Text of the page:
Ten people have been sentenced in Finland's largest case of counterfeit art dealing. Helsinki District Court handed down sentences of up to five years in prison. Some of those convicted were given suspended sentences on Wednesday.
Those handed the longest prison terms of four and five years were a Helsinki gallery owner and her common-law husband. They were found guilty of dozens of crimes including aggravated fraud and money laundering, and in the man’s case, firearms offences. The two were also ordered to pay over 13 million euros in damages.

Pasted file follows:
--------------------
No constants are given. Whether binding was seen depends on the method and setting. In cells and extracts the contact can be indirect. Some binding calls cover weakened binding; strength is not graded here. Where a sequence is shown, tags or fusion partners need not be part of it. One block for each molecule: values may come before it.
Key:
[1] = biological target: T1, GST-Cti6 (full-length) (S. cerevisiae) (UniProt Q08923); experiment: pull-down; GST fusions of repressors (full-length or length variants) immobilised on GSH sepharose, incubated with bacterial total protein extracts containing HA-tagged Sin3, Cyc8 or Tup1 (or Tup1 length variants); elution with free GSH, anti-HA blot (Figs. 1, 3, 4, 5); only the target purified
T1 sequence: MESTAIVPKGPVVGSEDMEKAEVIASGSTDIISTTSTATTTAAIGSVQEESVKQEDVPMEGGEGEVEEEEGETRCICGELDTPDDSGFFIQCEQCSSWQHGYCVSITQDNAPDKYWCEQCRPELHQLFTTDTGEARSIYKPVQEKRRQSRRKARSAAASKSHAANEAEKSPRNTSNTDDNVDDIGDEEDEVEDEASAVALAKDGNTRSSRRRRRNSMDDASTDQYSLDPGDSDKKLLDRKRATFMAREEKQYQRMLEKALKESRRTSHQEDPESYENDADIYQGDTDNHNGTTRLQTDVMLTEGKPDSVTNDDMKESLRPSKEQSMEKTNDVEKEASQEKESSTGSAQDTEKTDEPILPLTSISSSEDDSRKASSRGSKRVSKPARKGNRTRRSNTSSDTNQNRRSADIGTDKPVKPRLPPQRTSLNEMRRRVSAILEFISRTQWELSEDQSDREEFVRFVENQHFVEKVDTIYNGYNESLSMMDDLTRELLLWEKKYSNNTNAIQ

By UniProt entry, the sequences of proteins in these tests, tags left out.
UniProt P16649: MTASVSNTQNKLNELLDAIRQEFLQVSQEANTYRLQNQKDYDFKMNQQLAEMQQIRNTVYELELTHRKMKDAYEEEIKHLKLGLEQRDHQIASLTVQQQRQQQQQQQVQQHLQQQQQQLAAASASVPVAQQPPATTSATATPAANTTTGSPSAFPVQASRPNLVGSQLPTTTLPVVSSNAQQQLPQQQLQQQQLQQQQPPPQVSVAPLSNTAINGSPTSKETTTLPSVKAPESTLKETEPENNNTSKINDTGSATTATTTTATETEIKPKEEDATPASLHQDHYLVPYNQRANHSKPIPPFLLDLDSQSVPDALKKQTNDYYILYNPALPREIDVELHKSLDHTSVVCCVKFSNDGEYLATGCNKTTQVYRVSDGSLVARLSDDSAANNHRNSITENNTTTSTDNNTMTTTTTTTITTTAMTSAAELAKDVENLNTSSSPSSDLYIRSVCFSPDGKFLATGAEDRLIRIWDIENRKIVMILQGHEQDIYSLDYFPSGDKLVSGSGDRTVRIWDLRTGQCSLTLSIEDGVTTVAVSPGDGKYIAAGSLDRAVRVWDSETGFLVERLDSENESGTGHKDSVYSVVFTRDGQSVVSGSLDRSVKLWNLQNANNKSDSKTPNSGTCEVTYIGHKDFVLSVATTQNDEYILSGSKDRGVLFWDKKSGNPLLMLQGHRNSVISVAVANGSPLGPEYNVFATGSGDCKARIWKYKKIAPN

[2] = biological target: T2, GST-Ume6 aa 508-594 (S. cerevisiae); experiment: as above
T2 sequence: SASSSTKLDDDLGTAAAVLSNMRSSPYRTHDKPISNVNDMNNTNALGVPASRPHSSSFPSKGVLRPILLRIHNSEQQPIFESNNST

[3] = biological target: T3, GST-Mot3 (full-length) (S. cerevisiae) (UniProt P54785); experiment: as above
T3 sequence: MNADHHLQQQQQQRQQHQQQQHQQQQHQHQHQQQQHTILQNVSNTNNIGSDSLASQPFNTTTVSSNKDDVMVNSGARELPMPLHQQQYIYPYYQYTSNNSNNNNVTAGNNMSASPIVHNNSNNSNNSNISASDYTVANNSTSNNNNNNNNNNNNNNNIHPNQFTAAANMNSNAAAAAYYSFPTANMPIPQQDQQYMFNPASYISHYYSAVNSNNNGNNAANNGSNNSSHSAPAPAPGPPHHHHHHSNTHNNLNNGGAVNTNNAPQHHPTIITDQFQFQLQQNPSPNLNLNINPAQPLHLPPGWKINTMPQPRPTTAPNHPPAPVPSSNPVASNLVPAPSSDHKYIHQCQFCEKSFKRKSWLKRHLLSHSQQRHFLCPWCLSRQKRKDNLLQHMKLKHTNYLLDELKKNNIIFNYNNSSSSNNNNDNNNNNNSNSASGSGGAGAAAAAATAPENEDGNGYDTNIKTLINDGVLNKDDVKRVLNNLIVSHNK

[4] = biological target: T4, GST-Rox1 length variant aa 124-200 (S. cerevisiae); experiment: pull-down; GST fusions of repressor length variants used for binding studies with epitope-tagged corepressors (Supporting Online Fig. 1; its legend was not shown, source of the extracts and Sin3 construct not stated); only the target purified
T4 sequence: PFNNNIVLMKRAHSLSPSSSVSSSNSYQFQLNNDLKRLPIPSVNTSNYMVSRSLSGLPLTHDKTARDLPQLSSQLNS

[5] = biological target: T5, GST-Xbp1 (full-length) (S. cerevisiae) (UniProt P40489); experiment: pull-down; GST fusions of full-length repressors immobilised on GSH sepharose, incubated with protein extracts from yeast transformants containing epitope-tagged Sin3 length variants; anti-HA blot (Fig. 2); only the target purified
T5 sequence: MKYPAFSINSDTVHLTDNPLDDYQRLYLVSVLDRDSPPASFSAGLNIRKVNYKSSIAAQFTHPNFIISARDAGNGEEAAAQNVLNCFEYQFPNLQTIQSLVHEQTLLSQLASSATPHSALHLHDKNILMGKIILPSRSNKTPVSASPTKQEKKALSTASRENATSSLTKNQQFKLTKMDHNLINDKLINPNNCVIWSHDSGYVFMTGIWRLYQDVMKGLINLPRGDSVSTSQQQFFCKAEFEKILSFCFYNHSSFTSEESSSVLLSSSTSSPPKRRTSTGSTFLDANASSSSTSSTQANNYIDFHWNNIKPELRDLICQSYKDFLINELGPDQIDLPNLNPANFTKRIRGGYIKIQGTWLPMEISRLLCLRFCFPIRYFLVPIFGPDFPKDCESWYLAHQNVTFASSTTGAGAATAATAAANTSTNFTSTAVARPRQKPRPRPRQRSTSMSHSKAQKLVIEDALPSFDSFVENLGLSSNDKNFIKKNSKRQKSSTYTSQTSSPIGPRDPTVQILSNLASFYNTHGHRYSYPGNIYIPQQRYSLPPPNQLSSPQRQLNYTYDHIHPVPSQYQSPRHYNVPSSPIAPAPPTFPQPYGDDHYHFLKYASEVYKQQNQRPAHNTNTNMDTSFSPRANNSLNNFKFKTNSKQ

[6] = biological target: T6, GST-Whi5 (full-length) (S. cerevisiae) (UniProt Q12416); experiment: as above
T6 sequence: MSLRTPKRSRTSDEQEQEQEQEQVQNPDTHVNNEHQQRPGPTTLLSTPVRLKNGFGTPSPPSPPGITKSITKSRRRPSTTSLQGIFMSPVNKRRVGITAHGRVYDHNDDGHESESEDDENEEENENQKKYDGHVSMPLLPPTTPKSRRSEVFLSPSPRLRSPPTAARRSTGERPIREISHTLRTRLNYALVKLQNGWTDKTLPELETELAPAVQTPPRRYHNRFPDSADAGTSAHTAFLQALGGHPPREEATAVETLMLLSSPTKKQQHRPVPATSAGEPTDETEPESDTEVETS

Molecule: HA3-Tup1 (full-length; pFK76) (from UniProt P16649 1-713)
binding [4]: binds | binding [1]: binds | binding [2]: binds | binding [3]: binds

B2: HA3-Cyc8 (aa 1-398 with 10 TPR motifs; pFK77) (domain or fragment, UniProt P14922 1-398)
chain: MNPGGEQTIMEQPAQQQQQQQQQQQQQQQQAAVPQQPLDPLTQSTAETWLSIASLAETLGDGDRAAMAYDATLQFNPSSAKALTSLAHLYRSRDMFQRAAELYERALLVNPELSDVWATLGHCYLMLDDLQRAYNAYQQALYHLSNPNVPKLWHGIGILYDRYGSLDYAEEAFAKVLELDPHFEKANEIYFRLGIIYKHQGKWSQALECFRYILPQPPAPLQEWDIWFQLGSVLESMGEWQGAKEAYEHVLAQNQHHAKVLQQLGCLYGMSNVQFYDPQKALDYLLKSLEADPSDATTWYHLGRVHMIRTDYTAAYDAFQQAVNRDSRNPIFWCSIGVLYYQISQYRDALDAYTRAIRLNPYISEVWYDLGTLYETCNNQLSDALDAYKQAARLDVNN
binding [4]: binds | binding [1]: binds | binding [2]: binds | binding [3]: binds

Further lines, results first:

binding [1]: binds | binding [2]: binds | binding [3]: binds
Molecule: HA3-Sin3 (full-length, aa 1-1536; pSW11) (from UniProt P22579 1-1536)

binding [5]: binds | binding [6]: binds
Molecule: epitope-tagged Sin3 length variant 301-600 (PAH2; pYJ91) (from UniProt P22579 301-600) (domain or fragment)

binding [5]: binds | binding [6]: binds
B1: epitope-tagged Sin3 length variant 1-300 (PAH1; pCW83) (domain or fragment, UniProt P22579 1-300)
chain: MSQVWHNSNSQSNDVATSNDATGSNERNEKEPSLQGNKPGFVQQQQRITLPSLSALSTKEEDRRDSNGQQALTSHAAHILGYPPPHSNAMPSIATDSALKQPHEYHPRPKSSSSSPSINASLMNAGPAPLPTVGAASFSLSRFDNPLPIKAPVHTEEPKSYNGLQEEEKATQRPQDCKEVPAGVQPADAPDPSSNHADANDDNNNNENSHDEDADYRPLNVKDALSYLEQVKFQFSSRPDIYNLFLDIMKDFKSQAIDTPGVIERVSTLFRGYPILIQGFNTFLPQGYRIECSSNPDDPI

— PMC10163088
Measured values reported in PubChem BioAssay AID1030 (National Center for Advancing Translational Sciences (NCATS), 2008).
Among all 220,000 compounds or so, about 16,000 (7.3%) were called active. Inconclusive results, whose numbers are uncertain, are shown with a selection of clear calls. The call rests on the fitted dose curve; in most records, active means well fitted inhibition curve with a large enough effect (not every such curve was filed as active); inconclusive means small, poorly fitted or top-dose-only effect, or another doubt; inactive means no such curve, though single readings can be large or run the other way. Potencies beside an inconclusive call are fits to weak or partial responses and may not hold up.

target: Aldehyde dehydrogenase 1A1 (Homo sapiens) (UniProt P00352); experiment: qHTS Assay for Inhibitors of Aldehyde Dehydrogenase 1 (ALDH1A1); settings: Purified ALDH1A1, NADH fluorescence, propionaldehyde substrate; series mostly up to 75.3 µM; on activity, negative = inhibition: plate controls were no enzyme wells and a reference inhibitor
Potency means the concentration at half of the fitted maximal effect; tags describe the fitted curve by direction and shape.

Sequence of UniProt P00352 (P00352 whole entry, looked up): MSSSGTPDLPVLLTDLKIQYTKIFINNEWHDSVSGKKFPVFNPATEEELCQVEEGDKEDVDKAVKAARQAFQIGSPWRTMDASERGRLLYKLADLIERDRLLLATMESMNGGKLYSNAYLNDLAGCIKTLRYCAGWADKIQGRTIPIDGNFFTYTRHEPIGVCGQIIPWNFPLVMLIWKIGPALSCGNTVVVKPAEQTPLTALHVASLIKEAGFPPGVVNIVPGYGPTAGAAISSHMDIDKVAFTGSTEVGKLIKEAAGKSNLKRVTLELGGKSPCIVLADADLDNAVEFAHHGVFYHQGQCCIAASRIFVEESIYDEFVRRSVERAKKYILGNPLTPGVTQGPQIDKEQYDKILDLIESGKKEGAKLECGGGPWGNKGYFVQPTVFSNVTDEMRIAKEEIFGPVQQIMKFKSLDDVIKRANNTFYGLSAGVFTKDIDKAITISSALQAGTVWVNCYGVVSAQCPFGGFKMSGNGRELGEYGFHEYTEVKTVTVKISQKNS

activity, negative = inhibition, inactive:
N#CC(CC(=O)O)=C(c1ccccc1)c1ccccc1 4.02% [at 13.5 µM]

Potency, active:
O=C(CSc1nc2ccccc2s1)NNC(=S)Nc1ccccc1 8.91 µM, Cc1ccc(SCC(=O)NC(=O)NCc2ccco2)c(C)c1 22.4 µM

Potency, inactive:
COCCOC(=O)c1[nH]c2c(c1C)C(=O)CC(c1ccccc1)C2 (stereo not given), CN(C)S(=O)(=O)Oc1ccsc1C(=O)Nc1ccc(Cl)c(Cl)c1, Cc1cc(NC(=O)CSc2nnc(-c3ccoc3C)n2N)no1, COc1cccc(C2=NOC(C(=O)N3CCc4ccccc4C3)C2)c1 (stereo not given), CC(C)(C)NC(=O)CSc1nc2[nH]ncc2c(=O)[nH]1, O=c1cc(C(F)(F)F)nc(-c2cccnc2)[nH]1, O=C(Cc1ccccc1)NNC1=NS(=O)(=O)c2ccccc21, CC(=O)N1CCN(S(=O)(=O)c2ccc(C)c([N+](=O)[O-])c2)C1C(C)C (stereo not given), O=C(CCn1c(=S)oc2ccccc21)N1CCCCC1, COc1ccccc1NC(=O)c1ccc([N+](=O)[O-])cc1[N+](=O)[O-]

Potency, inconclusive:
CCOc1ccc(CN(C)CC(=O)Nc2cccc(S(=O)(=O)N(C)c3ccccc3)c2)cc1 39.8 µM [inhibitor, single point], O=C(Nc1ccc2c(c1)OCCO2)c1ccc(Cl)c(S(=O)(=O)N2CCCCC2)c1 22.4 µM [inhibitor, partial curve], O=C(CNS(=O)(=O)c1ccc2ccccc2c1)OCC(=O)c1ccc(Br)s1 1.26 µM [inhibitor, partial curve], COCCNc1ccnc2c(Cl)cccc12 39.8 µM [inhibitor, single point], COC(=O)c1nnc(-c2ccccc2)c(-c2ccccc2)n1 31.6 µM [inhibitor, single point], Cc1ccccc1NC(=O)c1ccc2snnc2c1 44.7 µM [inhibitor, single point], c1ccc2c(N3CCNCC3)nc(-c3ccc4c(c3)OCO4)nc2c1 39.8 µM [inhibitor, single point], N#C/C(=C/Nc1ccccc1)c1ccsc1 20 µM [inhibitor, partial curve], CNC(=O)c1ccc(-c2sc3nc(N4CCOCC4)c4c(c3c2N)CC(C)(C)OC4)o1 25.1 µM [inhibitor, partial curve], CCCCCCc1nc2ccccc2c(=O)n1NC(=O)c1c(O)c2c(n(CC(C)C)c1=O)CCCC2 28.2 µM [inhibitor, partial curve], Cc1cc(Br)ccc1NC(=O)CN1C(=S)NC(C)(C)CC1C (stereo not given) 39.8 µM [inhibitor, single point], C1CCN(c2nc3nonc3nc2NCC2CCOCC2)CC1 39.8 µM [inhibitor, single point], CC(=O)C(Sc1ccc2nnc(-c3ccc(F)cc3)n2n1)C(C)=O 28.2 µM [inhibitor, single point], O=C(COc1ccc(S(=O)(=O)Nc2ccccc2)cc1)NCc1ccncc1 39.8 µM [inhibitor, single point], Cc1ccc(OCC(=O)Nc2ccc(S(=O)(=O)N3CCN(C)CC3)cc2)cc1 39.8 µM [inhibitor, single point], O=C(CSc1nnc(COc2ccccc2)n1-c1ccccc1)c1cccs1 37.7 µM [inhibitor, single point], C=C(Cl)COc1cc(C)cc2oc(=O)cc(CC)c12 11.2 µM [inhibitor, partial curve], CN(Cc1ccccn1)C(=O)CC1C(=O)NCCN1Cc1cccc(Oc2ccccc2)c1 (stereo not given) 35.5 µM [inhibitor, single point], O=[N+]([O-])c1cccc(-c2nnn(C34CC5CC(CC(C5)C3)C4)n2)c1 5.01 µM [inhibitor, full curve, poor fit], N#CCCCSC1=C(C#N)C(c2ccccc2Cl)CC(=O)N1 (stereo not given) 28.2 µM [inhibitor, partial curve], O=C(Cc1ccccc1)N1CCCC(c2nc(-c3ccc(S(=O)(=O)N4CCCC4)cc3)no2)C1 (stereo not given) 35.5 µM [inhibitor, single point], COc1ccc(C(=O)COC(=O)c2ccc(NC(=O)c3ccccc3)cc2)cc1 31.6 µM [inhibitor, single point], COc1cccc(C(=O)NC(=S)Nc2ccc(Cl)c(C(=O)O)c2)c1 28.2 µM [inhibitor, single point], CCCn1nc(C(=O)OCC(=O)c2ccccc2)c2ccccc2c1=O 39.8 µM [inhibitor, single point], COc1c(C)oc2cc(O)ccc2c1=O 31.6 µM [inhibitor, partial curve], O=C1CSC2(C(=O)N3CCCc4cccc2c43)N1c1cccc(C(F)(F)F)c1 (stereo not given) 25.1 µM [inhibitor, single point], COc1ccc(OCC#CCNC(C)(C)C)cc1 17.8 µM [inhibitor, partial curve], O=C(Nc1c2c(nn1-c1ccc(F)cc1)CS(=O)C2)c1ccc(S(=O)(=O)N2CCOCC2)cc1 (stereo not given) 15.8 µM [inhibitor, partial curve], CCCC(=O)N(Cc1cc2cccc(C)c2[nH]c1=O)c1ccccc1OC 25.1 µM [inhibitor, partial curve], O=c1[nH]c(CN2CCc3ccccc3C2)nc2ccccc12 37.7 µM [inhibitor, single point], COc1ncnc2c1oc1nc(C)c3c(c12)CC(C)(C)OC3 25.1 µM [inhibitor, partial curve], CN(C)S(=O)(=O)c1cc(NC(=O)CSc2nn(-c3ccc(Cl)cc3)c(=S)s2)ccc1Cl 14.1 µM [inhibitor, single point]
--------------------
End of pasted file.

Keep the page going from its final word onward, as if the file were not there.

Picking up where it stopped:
17 suspects, one died during trial
From Galerie Vision in Helsinki’s fashionable ’design district’ of Punavuori, they peddled fake works under the names of well-known nineteenth and twentieth-century Finnish masters. These included Helene Schjerfbeck, Reidar Särestöniemi and Hugo Simberg, as well as Ilya Repin (1844-1930), a Russian painter who spent most of his life in Finland and Fernand Léger, a French painter who visited Finland in the 1930s. Works purported to be by some of the same artists were involved in another major fake-art case earlier this year in the Tampere area.
A man who had helped them to sell the paintings over a period of five years received a suspended 14-month sentence. Charges against six other defendants were dropped altogether.
There were originally 17 suspects in the case, but one died during the legal proceedings, which lasted nearly two years.
Galerie Vision, meanwhile, went bankrupt in mid-October, with debts of more than half a million euros.